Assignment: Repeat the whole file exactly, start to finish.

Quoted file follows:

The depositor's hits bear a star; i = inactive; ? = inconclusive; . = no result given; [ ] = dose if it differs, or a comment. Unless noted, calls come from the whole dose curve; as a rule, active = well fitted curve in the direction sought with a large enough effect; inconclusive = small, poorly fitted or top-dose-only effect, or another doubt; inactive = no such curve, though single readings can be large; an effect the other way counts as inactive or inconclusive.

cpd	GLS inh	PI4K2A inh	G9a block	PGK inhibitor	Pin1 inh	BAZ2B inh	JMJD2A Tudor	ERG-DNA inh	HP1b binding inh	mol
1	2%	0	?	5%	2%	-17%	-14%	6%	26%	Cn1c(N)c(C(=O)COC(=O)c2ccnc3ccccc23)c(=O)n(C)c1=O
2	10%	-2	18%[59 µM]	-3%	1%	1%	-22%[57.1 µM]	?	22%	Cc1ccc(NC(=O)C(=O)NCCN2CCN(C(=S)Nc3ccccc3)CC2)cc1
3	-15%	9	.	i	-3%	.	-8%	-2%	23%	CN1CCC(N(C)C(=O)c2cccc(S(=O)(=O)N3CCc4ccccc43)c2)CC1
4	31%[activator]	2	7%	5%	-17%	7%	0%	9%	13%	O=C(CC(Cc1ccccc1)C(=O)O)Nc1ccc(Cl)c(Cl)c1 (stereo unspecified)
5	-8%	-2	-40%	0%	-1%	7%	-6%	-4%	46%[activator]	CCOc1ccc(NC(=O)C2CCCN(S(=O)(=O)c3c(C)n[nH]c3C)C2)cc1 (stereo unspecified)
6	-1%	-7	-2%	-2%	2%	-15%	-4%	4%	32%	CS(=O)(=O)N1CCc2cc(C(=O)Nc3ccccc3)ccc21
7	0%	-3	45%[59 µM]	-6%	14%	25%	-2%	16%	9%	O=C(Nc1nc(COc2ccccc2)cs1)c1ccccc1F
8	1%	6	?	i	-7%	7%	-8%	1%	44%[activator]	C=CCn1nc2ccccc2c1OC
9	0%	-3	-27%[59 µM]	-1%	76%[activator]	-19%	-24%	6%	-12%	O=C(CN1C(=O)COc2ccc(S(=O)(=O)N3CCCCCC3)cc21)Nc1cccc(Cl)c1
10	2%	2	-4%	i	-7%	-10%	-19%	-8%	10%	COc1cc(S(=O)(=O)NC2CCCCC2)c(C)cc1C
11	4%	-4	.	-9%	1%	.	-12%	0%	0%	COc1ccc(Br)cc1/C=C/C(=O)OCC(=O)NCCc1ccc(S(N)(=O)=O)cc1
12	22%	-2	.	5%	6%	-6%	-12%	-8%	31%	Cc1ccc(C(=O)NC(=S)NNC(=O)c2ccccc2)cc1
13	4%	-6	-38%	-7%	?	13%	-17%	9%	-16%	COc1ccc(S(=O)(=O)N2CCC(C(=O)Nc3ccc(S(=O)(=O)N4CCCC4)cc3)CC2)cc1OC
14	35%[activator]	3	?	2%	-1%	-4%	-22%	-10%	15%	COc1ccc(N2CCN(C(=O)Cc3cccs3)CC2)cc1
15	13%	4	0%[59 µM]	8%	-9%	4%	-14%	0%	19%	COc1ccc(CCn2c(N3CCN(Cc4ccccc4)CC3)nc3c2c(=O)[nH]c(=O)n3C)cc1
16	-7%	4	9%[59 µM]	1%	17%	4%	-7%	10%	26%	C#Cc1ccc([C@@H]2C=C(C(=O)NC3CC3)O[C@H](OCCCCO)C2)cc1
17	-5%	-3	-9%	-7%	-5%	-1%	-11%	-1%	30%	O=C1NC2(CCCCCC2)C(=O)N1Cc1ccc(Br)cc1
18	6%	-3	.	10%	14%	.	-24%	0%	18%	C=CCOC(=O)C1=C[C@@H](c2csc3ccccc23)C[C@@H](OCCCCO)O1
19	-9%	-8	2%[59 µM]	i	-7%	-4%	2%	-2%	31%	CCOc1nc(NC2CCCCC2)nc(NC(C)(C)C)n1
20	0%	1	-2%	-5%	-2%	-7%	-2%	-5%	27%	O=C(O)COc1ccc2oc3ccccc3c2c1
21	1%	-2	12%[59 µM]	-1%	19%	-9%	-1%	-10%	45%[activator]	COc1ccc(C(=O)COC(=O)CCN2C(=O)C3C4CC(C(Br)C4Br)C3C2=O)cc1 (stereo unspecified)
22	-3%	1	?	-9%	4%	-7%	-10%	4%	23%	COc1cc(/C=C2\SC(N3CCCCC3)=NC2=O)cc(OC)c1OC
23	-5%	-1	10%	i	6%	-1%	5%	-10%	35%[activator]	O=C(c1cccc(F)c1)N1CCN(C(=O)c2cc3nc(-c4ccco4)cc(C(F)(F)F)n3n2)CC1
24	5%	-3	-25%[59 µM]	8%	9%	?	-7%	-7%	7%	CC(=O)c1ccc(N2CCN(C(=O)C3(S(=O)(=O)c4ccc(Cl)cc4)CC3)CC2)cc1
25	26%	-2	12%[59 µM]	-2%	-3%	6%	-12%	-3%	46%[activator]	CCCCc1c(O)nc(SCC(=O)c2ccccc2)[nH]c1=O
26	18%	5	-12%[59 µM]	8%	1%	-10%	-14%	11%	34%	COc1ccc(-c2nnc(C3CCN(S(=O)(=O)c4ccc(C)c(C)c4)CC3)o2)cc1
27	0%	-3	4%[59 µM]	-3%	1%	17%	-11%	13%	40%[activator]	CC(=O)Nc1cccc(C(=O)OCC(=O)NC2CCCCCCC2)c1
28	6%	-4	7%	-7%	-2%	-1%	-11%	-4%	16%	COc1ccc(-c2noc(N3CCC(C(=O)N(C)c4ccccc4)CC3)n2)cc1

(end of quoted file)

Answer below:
The depositor's hits bear a star; i = inactive; ? = inconclusive; . = no result given; [ ] = dose if it differs, or a comment. Unless noted, calls come from the whole dose curve; as a rule, active = well fitted curve in the direction sought with a large enough effect; inconclusive = small, poorly fitted or top-dose-only effect, or another doubt; inactive = no such curve, though single readings can be large; an effect the other way counts as inactive or inconclusive.

cpd	GLS inh	PI4K2A inh	G9a block	PGK inhibitor	Pin1 inh	BAZ2B inh	JMJD2A Tudor	ERG-DNA inh	HP1b binding inh	mol
1	2%	0	?	5%	2%	-17%	-14%	6%	26%	Cn1c(N)c(C(=O)COC(=O)c2ccnc3ccccc23)c(=O)n(C)c1=O
2	10%	-2	18%[59 µM]	-3%	1%	1%	-22%[57.1 µM]	?	22%	Cc1ccc(NC(=O)C(=O)NCCN2CCN(C(=S)Nc3ccccc3)CC2)cc1
3	-15%	9	.	i	-3%	.	-8%	-2%	23%	CN1CCC(N(C)C(=O)c2cccc(S(=O)(=O)N3CCc4ccccc43)c2)CC1
4	31%[activator]	2	7%	5%	-17%	7%	0%	9%	13%	O=C(CC(Cc1ccccc1)C(=O)O)Nc1ccc(Cl)c(Cl)c1 (stereo unspecified)
5	-8%	-2	-40%	0%	-1%	7%	-6%	-4%	46%[activator]	CCOc1ccc(NC(=O)C2CCCN(S(=O)(=O)c3c(C)n[nH]c3C)C2)cc1 (stereo unspecified)
6	-1%	-7	-2%	-2%	2%	-15%	-4%	4%	32%	CS(=O)(=O)N1CCc2cc(C(=O)Nc3ccccc3)ccc21
7	0%	-3	45%[59 µM]	-6%	14%	25%	-2%	16%	9%	O=C(Nc1nc(COc2ccccc2)cs1)c1ccccc1F
8	1%	6	?	i	-7%	7%	-8%	1%	44%[activator]	C=CCn1nc2ccccc2c1OC
9	0%	-3	-27%[59 µM]	-1%	76%[activator]	-19%	-24%	6%	-12%	O=C(CN1C(=O)COc2ccc(S(=O)(=O)N3CCCCCC3)cc21)Nc1cccc(Cl)c1
10	2%	2	-4%	i	-7%	-10%	-19%	-8%	10%	COc1cc(S(=O)(=O)NC2CCCCC2)c(C)cc1C
11	4%	-4	.	-9%	1%	.	-12%	0%	0%	COc1ccc(Br)cc1/C=C/C(=O)OCC(=O)NCCc1ccc(S(N)(=O)=O)cc1
12	22%	-2	.	5%	6%	-6%	-12%	-8%	31%	Cc1ccc(C(=O)NC(=S)NNC(=O)c2ccccc2)cc1
13	4%	-6	-38%	-7%	?	13%	-17%	9%	-16%	COc1ccc(S(=O)(=O)N2CCC(C(=O)Nc3ccc(S(=O)(=O)N4CCCC4)cc3)CC2)cc1OC
14	35%[activator]	3	?	2%	-1%	-4%	-22%	-10%	15%	COc1ccc(N2CCN(C(=O)Cc3cccs3)CC2)cc1
15	13%	4	0%[59 µM]	8%	-9%	4%	-14%	0%	19%	COc1ccc(CCn2c(N3CCN(Cc4ccccc4)CC3)nc3c2c(=O)[nH]c(=O)n3C)cc1
16	-7%	4	9%[59 µM]	1%	17%	4%	-7%	10%	26%	C#Cc1ccc([C@@H]2C=C(C(=O)NC3CC3)O[C@H](OCCCCO)C2)cc1
17	-5%	-3	-9%	-7%	-5%	-1%	-11%	-1%	30%	O=C1NC2(CCCCCC2)C(=O)N1Cc1ccc(Br)cc1
18	6%	-3	.	10%	14%	.	-24%	0%	18%	C=CCOC(=O)C1=C[C@@H](c2csc3ccccc23)C[C@@H](OCCCCO)O1
19	-9%	-8	2%[59 µM]	i	-7%	-4%	2%	-2%	31%	CCOc1nc(NC2CCCCC2)nc(NC(C)(C)C)n1
20	0%	1	-2%	-5%	-2%	-7%	-2%	-5%	27%	O=C(O)COc1ccc2oc3ccccc3c2c1
21	1%	-2	12%[59 µM]	-1%	19%	-9%	-1%	-10%	45%[activator]	COc1ccc(C(=O)COC(=O)CCN2C(=O)C3C4CC(C(Br)C4Br)C3C2=O)cc1 (stereo unspecified)
22	-3%	1	?	-9%	4%	-7%	-10%	4%	23%	COc1cc(/C=C2\SC(N3CCCCC3)=NC2=O)cc(OC)c1OC
23	-5%	-1	10%	i	6%	-1%	5%	-10%	35%[activator]	O=C(c1cccc(F)c1)N1CCN(C(=O)c2cc3nc(-c4ccco4)cc(C(F)(F)F)n3n2)CC1
24	5%	-3	-25%[59 µM]	8%	9%	?	-7%	-7%	7%	CC(=O)c1ccc(N2CCN(C(=O)C3(S(=O)(=O)c4ccc(Cl)cc4)CC3)CC2)cc1
25	26%	-2	12%[59 µM]	-2%	-3%	6%	-12%	-3%	46%[activator]	CCCCc1c(O)nc(SCC(=O)c2ccccc2)[nH]c1=O
26	18%	5	-12%[59 µM]	8%	1%	-10%	-14%	11%	34%	COc1ccc(-c2nnc(C3CCN(S(=O)(=O)c4ccc(C)c(C)c4)CC3)o2)cc1
27	0%	-3	4%[59 µM]	-3%	1%	17%	-11%	13%	40%[activator]	CC(=O)Nc1cccc(C(=O)OCC(=O)NC2CCCCCCC2)c1
28	6%	-4	7%	-7%	-2%	-1%	-11%	-4%	16%	COc1ccc(-c2noc(N3CCC(C(=O)N(C)c4ccccc4)CC3)n2)cc1